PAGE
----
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Simplify and remove nested if statements with C#’s logical operators

When we program complex situations in C#, sooner or later or code becomes hard to understand and fix with all those different if statements. Luckily, we can simplify if statements in multiple ways. That makes it possible to get the same program behaviour, but with less code that also clearer. Let’s see how.

Simplify nested if statements with C#’s logical operators

Thanks to if statements our program doesn’t run in a straight line from start to finish, but makes decisions based on values and inputs. We make a basic if statement with the if keyword followed with a Boolean expression between parentheses. After that comes code that should run when the true/false condition evaluates to true.

We can surround that code with braces ({ and }) that create a code block. Then inside such a code block we can place regular C# statements. Or we nest another if statement there (Dorman, 2010; Liberty & MacDonald, 2009). In that latter case the second if statement executes based on the first, which makes it possible to evaluate complex situations.

But sometimes nested if statements make code too complex. Each additional if keyword also creates more indentation, which adds up to make code hard to read and understand. With enough nested if statements we even lose track of where we are in the code, and what lines come before and after the if keywords. Thankfully, it’s easy to simplify nested if statements with C#’s logical operators.

Those operators combine several true/false expressions into a single true or false (Liberty & MacDonald, 2009). When we think about it, that’s like how nested if statements work. After all, with multiple if statements inside each other, the innermost only executes based on the combination of all previous true/false conditions.

The two logical operators we use to simplify nested if statements are (Liberty & MacDonald, 2009; Sharp, 2013):

See using logical operators with C#’s if statements for more on these operators and how we can use them with the different if statements.

With a strategic use of these operators we can simplify multiple nested if statements into a single if statement. Let’s see some examples of that, as well as situations in which the simplification doesn’t work.

Replace nested if statement with logical AND operator

The typical way to rewrite a nested if statement into an easier-to-read if statement is when there’s just one nested if. In that case we simply combine the conditions of both if keywords with the logical AND operator (&&).

Say we have the following nested if statement:

if (yearsExperience > 10)
{
    if (!newHire)
    {
        Console.WriteLine("Eligible for promotion.");
    }
}

This if statement checks whether yearsExperience has a value greater than 10. When it has, the nested if statement runs. That one uses the logical NOT operator (!) to see if newHire is false. When that’s also the case, the Console.WriteLine() method prints some information to our console window.

And so before that code of the nested if statement runs, both if conditions have to be true. That means we can also combine those true/false expressions into a single if condition. We do that with the logical AND operator (&&) like this:

if ((yearsExperience > 10) && !newHire)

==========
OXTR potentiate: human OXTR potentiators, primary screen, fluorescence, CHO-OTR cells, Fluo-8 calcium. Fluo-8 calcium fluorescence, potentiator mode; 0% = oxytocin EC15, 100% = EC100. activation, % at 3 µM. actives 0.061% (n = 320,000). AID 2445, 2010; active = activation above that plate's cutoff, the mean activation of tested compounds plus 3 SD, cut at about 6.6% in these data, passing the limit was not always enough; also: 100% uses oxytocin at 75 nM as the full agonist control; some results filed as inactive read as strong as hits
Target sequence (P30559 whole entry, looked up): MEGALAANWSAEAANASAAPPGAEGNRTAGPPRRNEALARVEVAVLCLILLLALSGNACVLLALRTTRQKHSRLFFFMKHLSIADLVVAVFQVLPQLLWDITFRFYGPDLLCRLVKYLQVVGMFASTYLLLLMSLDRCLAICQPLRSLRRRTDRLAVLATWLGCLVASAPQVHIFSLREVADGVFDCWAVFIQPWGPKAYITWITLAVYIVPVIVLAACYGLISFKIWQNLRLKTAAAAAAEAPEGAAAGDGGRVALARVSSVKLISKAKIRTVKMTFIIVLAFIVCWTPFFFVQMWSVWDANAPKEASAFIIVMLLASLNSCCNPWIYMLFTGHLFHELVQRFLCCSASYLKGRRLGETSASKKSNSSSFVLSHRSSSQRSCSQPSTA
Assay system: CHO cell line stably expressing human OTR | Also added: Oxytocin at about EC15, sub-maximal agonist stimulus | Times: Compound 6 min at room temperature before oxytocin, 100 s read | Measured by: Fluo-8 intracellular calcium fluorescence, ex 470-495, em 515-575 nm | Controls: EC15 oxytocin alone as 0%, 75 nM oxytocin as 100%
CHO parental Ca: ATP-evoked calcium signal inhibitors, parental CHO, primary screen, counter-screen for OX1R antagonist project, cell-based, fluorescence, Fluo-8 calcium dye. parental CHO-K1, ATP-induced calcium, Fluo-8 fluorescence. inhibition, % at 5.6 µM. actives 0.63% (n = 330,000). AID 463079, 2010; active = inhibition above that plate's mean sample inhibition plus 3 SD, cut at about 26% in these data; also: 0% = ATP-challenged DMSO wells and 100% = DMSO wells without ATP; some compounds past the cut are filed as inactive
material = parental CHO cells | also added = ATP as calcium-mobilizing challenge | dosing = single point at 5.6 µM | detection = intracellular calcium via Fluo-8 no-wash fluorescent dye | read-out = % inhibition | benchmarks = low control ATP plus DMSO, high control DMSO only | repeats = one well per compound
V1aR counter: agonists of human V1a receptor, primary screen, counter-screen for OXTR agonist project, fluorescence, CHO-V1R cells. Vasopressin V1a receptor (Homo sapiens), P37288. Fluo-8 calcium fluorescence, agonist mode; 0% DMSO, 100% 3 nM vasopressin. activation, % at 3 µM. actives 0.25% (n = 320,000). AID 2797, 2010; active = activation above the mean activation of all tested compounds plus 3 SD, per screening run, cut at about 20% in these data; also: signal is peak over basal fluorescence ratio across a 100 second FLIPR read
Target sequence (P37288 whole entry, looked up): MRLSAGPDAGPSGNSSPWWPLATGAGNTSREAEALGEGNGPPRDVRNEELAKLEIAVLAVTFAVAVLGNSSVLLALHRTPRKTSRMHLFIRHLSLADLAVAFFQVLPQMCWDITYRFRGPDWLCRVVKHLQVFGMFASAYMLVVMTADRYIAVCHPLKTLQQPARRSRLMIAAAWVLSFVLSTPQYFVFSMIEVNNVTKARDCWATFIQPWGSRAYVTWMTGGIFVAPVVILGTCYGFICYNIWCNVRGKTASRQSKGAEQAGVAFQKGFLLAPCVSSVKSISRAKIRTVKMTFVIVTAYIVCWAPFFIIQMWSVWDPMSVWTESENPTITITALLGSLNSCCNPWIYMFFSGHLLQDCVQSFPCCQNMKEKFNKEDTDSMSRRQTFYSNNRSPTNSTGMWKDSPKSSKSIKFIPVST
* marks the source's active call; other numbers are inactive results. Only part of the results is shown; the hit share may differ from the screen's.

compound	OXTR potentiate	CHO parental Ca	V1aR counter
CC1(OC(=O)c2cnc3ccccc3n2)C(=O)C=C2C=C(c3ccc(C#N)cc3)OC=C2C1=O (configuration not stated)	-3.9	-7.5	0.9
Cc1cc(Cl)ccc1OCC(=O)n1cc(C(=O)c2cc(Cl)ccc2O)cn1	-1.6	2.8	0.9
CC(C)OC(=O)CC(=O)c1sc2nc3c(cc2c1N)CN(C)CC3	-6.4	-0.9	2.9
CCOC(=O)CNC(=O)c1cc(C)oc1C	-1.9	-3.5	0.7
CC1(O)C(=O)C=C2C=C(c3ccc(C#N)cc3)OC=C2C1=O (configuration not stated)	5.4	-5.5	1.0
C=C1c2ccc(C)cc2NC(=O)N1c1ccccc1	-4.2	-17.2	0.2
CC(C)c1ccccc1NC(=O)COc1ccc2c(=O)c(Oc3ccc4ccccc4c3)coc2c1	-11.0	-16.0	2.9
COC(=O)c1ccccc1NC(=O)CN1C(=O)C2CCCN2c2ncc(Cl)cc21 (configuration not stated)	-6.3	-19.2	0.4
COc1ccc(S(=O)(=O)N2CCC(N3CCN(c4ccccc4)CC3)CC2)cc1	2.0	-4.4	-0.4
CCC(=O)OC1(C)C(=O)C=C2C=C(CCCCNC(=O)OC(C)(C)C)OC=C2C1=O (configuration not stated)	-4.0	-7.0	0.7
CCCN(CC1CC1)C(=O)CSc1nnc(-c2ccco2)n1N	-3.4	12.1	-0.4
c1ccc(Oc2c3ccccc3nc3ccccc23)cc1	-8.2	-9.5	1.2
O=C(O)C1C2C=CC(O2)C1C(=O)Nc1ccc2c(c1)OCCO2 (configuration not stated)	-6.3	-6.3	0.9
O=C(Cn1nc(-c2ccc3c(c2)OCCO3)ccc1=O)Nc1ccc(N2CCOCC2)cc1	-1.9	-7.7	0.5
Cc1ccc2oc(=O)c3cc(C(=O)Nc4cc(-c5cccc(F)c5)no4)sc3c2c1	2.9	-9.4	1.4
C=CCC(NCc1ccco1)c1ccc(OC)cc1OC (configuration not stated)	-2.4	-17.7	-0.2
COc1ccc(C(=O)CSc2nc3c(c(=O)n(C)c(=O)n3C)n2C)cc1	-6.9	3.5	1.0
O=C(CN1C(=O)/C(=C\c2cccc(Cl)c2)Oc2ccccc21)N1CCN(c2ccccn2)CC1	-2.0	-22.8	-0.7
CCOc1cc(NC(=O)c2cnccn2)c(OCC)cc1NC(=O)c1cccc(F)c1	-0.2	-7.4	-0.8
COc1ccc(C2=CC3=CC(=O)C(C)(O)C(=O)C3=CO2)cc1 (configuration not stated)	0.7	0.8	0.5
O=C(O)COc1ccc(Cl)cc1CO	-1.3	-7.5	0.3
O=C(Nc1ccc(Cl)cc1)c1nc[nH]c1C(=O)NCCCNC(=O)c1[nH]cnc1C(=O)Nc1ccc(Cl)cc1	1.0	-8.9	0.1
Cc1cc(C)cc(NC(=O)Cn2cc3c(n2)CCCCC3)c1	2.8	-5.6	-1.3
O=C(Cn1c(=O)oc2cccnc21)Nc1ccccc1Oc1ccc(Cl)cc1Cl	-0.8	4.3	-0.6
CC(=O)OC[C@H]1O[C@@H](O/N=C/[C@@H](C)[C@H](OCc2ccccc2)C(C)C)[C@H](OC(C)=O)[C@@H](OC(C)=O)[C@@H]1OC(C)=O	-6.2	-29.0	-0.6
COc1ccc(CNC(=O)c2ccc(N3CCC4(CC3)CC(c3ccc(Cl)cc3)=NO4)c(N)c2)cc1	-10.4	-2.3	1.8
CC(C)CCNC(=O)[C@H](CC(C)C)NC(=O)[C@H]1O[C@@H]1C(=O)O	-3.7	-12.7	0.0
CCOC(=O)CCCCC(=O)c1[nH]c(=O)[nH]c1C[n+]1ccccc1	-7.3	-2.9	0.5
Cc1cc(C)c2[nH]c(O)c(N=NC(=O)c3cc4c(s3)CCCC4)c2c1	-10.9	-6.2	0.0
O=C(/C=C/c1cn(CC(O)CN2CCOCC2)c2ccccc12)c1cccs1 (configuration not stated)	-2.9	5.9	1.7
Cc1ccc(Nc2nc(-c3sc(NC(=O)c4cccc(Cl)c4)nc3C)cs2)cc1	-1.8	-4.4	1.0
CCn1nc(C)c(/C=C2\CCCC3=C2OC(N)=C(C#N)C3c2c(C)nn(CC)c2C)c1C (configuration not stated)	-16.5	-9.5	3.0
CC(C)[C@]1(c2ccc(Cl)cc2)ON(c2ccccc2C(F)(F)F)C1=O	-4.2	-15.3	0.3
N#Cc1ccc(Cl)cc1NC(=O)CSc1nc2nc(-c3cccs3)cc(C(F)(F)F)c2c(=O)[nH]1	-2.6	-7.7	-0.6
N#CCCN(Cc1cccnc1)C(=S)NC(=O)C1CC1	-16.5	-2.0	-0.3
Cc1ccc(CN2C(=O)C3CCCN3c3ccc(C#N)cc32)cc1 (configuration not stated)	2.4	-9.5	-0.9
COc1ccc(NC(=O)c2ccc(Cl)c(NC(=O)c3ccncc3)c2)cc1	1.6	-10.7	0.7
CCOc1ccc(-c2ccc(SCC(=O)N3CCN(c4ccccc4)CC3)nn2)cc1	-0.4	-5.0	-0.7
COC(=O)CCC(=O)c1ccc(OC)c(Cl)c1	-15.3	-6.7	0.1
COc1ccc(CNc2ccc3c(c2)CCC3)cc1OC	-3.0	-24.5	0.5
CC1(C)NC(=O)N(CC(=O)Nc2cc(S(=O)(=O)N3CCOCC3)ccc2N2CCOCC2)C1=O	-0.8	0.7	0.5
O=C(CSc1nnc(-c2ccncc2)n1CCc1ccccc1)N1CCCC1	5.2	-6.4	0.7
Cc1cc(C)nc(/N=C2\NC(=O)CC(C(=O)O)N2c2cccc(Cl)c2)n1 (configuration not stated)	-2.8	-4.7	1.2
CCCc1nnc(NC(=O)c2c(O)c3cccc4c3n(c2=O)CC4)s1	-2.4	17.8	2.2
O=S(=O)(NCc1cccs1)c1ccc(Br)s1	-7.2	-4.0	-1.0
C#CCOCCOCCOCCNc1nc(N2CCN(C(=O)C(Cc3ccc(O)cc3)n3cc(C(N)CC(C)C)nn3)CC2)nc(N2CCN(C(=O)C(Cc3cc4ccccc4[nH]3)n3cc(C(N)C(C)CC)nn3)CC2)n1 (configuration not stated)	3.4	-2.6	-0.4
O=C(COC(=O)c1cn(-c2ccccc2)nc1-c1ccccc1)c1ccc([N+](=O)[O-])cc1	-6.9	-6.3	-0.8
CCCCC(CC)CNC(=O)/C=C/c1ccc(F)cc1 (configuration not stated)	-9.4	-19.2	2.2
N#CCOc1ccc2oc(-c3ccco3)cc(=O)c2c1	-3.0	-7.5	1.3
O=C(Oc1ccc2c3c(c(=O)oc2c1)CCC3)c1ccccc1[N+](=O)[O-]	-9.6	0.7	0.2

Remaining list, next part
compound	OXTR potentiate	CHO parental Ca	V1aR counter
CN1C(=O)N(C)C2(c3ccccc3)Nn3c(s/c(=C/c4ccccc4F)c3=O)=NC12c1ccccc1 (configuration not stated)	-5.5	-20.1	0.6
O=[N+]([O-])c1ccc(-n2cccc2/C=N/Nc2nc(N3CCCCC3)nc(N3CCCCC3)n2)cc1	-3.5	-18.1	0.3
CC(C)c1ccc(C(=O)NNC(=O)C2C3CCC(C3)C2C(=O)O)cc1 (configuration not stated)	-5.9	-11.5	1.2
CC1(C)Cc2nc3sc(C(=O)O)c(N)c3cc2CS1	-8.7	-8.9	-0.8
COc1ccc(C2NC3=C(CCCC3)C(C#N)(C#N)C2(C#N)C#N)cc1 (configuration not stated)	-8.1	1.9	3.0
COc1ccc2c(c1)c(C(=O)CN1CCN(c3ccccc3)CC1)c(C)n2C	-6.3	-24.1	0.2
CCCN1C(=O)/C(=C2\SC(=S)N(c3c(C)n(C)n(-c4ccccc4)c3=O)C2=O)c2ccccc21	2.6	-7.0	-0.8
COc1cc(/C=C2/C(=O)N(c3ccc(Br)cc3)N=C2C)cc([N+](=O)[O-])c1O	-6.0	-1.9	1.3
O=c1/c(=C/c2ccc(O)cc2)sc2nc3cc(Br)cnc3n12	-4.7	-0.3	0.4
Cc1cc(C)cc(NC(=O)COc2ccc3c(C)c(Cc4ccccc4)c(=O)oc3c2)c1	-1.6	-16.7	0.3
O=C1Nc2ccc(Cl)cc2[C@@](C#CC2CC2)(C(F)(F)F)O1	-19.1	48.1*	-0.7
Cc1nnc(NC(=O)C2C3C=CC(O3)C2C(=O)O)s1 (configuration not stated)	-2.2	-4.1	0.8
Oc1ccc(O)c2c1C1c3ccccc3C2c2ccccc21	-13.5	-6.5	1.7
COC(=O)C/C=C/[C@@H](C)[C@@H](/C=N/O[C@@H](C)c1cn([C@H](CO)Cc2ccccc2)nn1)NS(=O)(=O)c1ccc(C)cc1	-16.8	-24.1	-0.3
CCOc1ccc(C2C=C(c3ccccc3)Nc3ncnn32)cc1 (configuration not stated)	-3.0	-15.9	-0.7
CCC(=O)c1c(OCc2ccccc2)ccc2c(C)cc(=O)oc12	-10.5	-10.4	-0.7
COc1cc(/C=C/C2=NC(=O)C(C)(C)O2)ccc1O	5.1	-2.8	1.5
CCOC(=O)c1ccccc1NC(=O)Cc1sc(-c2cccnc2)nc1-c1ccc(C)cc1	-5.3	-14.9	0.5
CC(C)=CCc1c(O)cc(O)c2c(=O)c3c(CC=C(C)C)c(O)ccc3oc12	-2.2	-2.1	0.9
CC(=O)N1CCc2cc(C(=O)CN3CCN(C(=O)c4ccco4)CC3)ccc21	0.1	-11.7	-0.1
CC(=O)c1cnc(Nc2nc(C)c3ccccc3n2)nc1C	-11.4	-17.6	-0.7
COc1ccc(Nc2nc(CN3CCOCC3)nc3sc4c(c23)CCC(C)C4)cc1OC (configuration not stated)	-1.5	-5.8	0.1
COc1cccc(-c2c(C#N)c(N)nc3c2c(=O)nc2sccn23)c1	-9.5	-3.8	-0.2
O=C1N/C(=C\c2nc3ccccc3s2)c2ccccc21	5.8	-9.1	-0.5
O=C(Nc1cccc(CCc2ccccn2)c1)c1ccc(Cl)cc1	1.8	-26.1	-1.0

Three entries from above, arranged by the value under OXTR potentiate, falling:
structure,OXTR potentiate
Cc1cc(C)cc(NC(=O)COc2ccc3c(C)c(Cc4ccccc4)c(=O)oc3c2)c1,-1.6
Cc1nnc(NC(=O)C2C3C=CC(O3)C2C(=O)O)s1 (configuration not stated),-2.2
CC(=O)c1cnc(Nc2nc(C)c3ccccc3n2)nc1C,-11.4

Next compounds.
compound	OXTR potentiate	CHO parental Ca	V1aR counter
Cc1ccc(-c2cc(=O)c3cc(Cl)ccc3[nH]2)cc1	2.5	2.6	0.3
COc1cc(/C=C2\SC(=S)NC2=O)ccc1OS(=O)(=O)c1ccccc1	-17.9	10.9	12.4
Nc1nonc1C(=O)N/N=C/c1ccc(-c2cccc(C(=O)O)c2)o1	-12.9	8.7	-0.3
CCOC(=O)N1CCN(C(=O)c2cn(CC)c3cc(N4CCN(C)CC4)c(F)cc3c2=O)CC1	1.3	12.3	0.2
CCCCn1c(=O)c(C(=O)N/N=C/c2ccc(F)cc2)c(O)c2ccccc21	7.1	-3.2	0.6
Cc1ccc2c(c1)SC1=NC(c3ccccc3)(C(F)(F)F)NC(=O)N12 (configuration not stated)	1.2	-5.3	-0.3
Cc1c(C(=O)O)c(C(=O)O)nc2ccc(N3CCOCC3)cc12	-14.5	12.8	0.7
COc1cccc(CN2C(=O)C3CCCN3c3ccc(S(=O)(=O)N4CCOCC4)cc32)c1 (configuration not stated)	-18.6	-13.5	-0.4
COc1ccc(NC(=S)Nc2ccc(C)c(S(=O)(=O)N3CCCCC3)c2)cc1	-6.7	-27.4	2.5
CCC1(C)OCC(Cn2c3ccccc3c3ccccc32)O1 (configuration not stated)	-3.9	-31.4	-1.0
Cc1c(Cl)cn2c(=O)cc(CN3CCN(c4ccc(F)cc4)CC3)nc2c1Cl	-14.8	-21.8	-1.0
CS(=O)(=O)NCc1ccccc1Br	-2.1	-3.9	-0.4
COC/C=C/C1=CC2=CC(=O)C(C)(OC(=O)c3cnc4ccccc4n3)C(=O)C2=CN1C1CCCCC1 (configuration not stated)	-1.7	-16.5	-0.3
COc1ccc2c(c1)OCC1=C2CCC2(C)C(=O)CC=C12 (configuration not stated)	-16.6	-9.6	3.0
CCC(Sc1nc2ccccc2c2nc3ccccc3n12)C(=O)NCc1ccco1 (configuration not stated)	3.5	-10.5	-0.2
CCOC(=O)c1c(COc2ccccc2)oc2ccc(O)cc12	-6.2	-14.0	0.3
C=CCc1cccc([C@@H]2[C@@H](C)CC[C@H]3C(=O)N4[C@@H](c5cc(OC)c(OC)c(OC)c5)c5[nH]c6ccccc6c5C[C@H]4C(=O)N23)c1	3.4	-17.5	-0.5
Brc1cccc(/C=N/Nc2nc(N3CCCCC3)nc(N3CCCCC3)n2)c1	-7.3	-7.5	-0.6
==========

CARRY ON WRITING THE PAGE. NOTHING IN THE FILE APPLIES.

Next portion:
{
    Console.WriteLine("Eligible for promotion.");
}

Here Console.WriteLine() still executes based on the same conditions as earlier. It’s just that now we removed the unneeded nested if statement by combining the two if statement conditions. This way we got less code and less indentation, making the code clearer and easier to read.

Nested if statements that cannot be simplified

Now we cannot simplify all nested if statements with the logical AND operator (&&) like we did above. The requirement to turn multiple if statements into a single one is: there should be no lines of code between the if keywords. As soon as there is, we cannot collapse the if statements together.

For instance, here we cannot eliminate the second nested if statement:

if (yearsExperience > 10)
{
    if (!newHire)
    {
        Console.WriteLine("Invite for an interview.");
        
        if (highAchiever)
        {
           Console.WriteLine("Hire this person.");
        }
    }
}

Here the first Console.WriteLine() statement prints some information based on two conditions: yearsExperience > 10 and !newHire. But these conditions are independent from the true/false expression of the third if keyword. That means we cannot rewrite the code so that this Console.WriteLine() line depends on the third if condition (highAchiever).

An attempt to combine those three if conditions together is in fact incorrect:

if ((yearsExperience > 10) && !newHire && highAchiever)
{
    Console.WriteLine("Invite for an interview.");
    Console.WriteLine("Hire this person.");
}

What makes this if statement wrong is that it changed the behaviour of the previous nested if statements. That happens because now the Console.WriteLine() line that invites a person for an interview depends on the highAchiever true/false expression. In the previous example that wasn’t the case.

When we collapse the if statements into one here, we change the meaning of the code. That means we cannot simplify the code here by combining the nested if statements.

When there’s a line of code between an if statement and its nested if statement, we cannot use logical operators (&& and ||) to code the nested if statement away. Trying to do so changes the meaning and behaviour of the code.

The best we can do with the above example is collapse the first and second if statement into one condition, and then still use a nested if statement for the highAchiever condition:

if ((yearsExperience > 10) && !newHire)
{
    Console.WriteLine("Invite for an interview.");
    
    if (highAchiever)
    {
       Console.WriteLine("Hire this person.");
    }
}

Here we at least improved a bit of code and got rid of some indentation. This simplified the original code, but with consideration for which conditions made each Console.WriteLine() statement execute.

Sometimes, however, it’s not possible to remove any nested if statement. That happens when there’s a statement after each if keyword, like here:

if (yearsExperience > 10)
{
    Console.WriteLine("Highly experienced candidate.");
    
    if (!newHire)
    {
        Console.WriteLine("Negotiate contract.");
        
        if (highAchiever)
        {
            Console.WriteLine("Hire this person.");
        }
    }
}